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  • Writer's pictureComplete Human Acupuncture

Complete Human Acupuncture PLLC in the news!

Updated: Jun 14

Complete Human Acupuncture Scarsdale

Did you know that humans first started practicing acupuncture in China about 3000 years ago? Since then, acupuncture, along with Chinese medicine, has continued to aid in transforming people’s lives. It can be viewed as a beneficial alternative to taking pills for both physical and emotional conditions. Complete Human Acupuncture in Scarsdale is one place in Westchester County where patients can naturally heal a variety of ailments. To learn more, we touched base with owner Jana Fine, who walks us through how acupuncture works and how she began practicing.


Fine explains her interest in studying Chinese medicine, noting, “I was looking for something that would treat the whole person and would approach the person as a whole, and not singular body parts.”


Through this process, she began learning more about acupuncture, which involves the insertion of small needles into certain pressure points of the body to stimulate the nervous system. This process sends signals to the brain, influencing the body to produce pain-killing hormones like endorphins to help physically and emotionally heal the body.


Chinese medicine can work as a complement to Western medicine, and Fine explains that it fills the gaps where Western medicine is not so sure how to assist. “The beauty is that it’s not working against the Western approach. It’s working on the same problem from a different angle,” she notes.


Acupuncture is an accumulative medicine that can either be used as an additional treatment or on its own. Patients who are struggling with pain management, fertility treatment, supporting immune functions, stress management, PTSD, withdrawal symptoms, or other ailments could possibly benefit from acupuncture.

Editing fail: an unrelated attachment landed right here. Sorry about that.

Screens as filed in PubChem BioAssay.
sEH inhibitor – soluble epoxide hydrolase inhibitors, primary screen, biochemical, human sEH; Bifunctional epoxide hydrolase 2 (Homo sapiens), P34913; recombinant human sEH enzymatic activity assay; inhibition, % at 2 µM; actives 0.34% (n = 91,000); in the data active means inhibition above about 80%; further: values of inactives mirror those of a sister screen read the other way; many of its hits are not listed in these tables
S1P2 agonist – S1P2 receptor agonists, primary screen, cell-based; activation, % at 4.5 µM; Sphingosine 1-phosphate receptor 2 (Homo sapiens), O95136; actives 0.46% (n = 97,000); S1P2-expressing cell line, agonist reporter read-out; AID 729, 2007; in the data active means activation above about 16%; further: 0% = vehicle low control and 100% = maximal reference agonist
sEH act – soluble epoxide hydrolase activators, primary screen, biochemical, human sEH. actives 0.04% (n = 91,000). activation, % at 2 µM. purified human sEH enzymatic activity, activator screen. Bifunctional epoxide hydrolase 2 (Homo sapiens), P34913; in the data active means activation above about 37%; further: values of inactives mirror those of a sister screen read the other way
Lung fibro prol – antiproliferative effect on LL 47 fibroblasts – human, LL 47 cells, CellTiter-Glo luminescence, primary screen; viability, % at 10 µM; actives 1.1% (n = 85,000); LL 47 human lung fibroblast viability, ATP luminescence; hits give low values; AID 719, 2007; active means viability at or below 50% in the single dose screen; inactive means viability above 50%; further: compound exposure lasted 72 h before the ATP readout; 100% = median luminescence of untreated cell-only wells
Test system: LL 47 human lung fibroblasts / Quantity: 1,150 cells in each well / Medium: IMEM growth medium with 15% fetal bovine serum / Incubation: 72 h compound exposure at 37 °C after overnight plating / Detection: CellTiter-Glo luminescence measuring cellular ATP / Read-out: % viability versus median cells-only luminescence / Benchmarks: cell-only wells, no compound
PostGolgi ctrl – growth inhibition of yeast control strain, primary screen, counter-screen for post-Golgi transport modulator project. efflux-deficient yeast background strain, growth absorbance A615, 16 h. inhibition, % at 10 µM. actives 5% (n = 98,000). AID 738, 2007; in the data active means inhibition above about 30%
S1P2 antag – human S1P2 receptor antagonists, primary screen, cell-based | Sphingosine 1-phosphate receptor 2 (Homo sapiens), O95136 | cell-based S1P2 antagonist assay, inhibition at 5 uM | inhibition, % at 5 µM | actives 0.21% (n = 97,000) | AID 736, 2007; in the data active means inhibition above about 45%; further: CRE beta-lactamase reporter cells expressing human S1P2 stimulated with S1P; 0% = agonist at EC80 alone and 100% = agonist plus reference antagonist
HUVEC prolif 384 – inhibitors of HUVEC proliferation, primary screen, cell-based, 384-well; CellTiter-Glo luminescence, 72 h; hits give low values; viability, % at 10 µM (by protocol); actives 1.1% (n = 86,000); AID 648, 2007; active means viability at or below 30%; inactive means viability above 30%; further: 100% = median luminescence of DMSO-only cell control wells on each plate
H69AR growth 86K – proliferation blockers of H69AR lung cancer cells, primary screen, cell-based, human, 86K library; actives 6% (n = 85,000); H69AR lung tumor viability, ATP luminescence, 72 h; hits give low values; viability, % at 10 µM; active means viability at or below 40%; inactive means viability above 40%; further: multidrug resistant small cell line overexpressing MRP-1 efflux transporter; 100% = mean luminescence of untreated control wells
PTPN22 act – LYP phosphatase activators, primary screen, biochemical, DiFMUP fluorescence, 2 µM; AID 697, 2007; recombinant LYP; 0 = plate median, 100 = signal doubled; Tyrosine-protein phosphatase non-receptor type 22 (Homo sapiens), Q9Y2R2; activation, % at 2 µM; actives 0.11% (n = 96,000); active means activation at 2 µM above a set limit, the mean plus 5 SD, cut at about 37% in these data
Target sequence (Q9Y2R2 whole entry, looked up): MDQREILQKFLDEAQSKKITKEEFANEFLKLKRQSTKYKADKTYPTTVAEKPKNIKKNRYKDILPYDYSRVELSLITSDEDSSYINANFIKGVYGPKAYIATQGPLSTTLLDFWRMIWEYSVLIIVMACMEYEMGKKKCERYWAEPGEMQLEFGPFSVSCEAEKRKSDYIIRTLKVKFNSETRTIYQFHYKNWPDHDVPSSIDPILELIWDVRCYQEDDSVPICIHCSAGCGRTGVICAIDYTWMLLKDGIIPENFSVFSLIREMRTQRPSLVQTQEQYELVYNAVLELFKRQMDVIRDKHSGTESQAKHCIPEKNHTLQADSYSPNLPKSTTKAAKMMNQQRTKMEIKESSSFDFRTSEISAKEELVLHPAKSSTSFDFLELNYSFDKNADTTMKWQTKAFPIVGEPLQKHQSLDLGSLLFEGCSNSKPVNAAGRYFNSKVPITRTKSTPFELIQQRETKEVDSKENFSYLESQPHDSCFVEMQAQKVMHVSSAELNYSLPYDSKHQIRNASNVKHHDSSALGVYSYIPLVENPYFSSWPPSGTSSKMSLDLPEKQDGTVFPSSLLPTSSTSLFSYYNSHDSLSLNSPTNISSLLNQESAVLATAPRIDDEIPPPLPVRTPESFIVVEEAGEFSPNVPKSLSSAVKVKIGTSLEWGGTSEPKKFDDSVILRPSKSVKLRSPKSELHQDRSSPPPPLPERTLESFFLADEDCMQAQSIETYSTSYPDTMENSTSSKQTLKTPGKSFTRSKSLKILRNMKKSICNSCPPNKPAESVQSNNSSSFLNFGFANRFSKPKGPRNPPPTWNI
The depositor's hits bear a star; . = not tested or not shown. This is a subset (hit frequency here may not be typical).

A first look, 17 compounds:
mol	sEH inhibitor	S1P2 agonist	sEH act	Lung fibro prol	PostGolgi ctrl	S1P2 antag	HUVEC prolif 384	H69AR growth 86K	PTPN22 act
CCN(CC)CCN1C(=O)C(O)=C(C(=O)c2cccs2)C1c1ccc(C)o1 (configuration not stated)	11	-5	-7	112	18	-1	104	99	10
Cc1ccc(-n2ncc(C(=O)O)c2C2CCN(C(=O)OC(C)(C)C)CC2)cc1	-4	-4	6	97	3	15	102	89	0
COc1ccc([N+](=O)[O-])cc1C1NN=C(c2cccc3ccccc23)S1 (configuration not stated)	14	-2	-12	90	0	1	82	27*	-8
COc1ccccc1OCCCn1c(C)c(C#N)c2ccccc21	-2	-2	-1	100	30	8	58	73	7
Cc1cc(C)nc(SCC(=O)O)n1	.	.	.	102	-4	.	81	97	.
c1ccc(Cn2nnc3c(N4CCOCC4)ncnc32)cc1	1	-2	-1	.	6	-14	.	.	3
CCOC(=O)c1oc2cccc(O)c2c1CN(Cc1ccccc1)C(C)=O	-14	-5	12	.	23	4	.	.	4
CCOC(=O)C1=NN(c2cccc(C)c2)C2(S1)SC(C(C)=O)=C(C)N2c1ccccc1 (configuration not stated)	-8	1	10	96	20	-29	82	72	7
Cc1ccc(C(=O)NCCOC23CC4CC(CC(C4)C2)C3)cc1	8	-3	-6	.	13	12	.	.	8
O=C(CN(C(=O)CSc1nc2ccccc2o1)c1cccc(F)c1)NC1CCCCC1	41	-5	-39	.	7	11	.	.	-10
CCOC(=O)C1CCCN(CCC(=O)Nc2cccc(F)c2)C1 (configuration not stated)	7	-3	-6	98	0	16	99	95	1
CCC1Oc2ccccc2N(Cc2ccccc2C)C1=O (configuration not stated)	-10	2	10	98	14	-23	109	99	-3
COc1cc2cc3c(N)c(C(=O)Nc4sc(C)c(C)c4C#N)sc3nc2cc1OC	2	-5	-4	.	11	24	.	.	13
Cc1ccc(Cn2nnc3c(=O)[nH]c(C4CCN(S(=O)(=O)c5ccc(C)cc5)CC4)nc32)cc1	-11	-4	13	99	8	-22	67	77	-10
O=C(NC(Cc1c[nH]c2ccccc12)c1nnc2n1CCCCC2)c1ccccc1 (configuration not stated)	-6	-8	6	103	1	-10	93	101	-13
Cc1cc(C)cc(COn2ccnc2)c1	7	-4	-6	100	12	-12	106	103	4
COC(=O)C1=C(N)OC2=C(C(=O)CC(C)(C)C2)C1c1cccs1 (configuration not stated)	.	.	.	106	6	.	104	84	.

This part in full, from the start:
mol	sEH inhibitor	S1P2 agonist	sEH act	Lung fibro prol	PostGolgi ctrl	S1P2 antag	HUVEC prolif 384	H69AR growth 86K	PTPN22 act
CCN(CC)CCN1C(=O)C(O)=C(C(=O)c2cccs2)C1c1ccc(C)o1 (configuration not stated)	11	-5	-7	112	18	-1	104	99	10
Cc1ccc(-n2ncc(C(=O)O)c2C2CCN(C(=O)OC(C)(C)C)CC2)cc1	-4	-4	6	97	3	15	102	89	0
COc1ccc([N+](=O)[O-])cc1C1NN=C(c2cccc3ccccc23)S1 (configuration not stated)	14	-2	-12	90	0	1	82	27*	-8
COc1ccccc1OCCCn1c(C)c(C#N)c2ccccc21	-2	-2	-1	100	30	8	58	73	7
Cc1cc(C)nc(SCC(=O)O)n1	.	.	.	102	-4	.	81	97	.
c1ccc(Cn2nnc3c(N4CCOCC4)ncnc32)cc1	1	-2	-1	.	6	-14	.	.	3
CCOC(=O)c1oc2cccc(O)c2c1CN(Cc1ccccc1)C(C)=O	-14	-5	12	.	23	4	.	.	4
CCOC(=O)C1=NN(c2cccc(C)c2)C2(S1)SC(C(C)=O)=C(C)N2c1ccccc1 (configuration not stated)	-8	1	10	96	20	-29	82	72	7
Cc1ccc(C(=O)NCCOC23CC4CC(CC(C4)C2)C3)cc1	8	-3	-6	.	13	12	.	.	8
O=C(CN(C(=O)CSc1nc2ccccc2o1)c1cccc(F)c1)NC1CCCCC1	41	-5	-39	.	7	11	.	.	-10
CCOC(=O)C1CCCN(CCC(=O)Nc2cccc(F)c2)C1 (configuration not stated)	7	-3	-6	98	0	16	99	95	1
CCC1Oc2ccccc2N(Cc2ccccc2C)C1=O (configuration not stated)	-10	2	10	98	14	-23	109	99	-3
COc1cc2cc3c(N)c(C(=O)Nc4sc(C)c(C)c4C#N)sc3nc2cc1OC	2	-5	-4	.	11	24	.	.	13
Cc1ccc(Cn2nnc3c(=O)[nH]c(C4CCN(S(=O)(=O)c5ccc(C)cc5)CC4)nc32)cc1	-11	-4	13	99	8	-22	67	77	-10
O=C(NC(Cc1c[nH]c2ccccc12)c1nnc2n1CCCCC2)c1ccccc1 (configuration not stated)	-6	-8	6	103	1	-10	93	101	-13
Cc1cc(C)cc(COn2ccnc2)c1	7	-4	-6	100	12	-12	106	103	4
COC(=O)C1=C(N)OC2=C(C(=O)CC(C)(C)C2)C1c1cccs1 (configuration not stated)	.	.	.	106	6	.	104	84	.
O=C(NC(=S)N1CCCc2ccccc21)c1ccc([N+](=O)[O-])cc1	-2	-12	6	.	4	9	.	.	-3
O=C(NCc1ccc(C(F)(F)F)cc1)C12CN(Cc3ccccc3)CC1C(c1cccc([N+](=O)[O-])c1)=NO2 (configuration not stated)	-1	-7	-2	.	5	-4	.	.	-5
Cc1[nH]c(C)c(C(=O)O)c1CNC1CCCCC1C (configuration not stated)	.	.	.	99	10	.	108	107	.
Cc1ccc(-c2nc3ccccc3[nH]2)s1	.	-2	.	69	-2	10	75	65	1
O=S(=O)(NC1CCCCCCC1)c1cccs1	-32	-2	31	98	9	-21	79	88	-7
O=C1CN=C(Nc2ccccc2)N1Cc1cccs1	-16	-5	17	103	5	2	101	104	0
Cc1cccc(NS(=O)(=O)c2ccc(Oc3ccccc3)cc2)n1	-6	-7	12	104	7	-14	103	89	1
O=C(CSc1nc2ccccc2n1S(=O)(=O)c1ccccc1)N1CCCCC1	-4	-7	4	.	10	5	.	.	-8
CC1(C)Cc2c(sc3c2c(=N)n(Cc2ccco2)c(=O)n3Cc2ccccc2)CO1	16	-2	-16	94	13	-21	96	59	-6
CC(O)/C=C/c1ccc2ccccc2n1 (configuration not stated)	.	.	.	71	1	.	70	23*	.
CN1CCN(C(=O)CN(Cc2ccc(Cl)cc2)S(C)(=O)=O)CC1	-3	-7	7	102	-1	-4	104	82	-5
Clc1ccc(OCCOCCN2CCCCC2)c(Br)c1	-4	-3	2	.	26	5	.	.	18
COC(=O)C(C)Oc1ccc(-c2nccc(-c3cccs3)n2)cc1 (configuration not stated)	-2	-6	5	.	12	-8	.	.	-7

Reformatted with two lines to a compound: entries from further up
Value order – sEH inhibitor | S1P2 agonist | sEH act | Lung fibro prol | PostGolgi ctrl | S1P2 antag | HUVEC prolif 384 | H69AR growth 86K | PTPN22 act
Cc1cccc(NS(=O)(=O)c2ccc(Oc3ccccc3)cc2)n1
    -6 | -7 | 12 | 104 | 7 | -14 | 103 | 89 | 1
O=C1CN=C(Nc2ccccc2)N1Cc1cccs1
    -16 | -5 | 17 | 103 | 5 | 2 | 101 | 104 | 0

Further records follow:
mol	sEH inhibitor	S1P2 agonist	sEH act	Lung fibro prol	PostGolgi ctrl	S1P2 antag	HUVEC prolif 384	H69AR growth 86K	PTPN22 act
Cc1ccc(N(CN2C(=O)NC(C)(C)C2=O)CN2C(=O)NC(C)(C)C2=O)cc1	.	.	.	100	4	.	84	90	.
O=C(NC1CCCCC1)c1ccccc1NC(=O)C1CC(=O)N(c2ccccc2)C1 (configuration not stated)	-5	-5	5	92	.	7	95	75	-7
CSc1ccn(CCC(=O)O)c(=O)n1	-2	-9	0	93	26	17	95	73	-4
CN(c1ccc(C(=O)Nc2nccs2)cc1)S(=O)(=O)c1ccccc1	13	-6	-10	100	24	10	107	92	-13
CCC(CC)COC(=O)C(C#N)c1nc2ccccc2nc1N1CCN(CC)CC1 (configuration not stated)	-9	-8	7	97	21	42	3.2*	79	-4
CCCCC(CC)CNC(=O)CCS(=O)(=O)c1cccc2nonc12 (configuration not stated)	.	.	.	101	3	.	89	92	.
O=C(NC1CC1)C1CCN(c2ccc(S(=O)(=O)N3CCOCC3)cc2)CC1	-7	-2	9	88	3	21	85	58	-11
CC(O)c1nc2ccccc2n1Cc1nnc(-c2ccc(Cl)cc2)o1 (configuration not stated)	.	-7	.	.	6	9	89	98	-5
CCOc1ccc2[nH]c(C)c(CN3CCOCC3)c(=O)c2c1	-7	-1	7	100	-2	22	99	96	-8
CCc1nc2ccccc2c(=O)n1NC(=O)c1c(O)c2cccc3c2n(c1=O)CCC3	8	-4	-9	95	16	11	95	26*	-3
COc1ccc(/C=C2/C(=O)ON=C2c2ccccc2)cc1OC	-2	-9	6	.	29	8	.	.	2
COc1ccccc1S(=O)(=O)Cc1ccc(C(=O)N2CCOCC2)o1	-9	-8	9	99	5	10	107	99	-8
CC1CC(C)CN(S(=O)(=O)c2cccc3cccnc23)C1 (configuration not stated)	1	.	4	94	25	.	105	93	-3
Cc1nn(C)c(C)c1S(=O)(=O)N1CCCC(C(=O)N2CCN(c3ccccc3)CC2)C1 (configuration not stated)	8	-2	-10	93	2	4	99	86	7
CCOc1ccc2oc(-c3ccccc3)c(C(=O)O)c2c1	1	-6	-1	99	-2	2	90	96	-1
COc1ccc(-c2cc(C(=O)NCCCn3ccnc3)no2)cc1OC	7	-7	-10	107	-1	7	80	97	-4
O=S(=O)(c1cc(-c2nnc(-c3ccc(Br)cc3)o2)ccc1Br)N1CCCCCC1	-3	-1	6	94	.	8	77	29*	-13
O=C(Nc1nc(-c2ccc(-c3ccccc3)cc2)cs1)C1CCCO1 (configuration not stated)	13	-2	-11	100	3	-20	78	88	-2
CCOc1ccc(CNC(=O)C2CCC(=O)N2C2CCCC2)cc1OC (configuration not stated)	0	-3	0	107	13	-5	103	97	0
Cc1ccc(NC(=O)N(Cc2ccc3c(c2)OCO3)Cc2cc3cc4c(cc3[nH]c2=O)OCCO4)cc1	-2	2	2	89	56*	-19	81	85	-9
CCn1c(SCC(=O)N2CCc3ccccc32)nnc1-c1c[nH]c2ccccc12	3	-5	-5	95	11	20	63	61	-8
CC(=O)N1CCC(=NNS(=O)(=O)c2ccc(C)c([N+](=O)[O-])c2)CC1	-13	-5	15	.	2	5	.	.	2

“You might come in with a problem dealing with one body part, but we look at the whole body,” she says. As she explains it, everything in the body is connected and, to successfully treat one part of your body, you might need to treat three others. When a patient first meets with Fine to discuss their symptoms, she will ask questions about other aspects of their lives to help paint a bigger picture which can point to underlying conditions.


“In this society there is this mentality that ‘I’m looking for the magic pill’” in order to cure your symptoms quickly,” she notes. While acupuncture is not often a quick fix, it is a practice that can support long-term health and wellbeing.


Because of this, it’s hard to predict the number of sessions it would take for a patient to feel relief from their pain. Fine notes that patients can expect to book 6-12 sessions to possibly fully heal their ailment. This number depends on a few factors including age, physical conditions, and how long that condition has been occurring.


If a patient is afraid of needles or would prefer a different form of treatment, Complete Human Acupuncture offers other options including gua sha, cupping, herbal prescription, ear seeds, etc.


“It’s all about working together. If a patient is afraid of needles, we aren’t going to put 100 needles into them,” she says.

Fine has been practicing Chinese medicine for over a decade. It all started when she booked her own acupuncture appointment and fell in love. Soon after that, she signed up for Chinese medicine classes to learn more.


“I knew I wanted to go to school and study healthcare. But I didn’t like the options that were available until I found acupuncture and Chinese medicine,” she explains.


Fine began her journey studying Chinese medicine in 2010 at the Pacific College of Health and Sciences and graduated with a Masters of Science in Traditional Chinese Medicine in 2016.


Read the full article here.



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